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International Monetary Fund. Monetary and Capital Markets Department
The Hong Kong Special Administrative Regime (HKSAR) is home to a fast-growing and highly international investment fund industry. The public investment fund industry authorized in HKSAR has grown rapidly from US$628 billion in 2008 to US$1.6 trillion in net asset value (NAV) in 2020. The locally domiciled sector grew from US$121 billion in early 2015 to almost US$155 billion in 2020. Open-end funds authorized for sale in HKSAR are substantially invested in foreign assets and significantly invested in by non-HKSAR residents and are therefore reactive to international liquidity and price conditions. Locally domiciled funds invest their portfolios in both local and overseas assets markets, while they are overwhelmingly funded by HKSAR investors.
International Monetary Fund. Monetary and Capital Markets Department
This note provides an update and assessment of developments in insurance supervision since 2014. It is part of the 2020 Financial Sector Assessment Program (FSAP) for the Hong Kong SAR (HKSAR) and draws on discussions there from September 10 to 24, 2019. It has not been updated for the impact of recent global events associated with the COVID-19 pandemic. The insurance sector is large, especially long-term (life) insurance, highly international and has been growing steadily. The long-term market is amongst the world’s largest, particularly by penetration (premiums to GDP). Growth has been supported by the popularity of savings products, including sales of policies to Mainland Chinese visitors (MCVs), although these have declined from their peak. The general insurance sector, though comprising many more companies, is relatively small and spread over many lines. The authorities have identified scope for growth in protection policies as well as opportunities for captive and specialty lines related to China’s Belt and Road Initiative. Tax incentives have supported the recent successful introduction of new annuity and health insurance products. Although foreign-owned companies account for a large share of business, the HKSAR is the home of three major domestic groups operating internationally.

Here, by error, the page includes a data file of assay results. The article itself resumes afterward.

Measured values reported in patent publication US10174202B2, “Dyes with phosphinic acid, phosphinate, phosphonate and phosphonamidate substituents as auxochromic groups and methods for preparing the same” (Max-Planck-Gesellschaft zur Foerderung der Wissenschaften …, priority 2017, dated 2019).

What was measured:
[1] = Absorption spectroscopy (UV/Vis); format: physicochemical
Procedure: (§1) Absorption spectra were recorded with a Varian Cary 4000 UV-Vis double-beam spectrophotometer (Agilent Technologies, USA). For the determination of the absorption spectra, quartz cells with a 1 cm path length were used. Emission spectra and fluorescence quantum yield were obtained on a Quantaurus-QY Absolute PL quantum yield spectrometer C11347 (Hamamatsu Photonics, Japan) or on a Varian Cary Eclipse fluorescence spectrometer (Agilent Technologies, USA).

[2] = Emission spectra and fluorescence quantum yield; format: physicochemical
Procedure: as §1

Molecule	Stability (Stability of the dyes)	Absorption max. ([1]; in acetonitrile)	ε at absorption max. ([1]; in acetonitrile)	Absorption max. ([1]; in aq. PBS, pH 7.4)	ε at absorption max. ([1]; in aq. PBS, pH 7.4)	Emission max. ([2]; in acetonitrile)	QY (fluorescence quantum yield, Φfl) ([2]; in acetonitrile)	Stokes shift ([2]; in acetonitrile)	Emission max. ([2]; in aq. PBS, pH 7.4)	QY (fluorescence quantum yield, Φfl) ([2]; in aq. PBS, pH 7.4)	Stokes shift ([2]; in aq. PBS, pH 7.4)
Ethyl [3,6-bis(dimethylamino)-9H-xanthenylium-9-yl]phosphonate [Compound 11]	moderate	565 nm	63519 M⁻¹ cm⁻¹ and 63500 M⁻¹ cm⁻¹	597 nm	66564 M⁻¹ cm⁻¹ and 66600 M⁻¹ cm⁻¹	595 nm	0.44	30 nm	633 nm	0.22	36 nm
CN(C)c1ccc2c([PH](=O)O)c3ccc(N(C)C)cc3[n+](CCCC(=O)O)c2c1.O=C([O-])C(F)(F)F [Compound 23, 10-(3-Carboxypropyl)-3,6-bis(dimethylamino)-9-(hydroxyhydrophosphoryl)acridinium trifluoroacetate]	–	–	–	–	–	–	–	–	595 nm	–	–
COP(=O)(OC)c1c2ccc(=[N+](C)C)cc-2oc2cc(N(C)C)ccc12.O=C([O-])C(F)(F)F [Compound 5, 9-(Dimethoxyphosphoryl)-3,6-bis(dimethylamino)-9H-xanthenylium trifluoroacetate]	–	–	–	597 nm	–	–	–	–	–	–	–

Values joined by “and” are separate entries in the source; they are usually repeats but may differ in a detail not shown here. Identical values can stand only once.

Mr. Fabian Valencia, Richard Varghese, Weijia Yao, and Juan Yepez
The policy response to the COVID-19 shock included regulatory easing across many jurisdictions to facilitate the flow of credit to the economy and mitigate a further ampli-fication of the shock through tighter financial conditions. Using an intraday event study,this paper examines how stock prices—a key driver in financial conditions—reacted to regulatory easing announcements in a sample of 18 advanced economies and 8 emerging markets. The paper finds that overall, regulatory easing announcements contributed to looser financial conditions, but effects varied across sectors and tools. Financial regulatory easing led to lower valuations for financial sector stocks, and higher valuations for non-financial sector stocks, particularly for industries that are more dependent on bank financing. Furthermore, valuations declined and financial conditions tightened following announcements related to easier bank capital regulation while equity valuation rose and financial conditions loosened after those about liquidity regulation. Effects from non-regulatory financial measures appear to be generally more muted.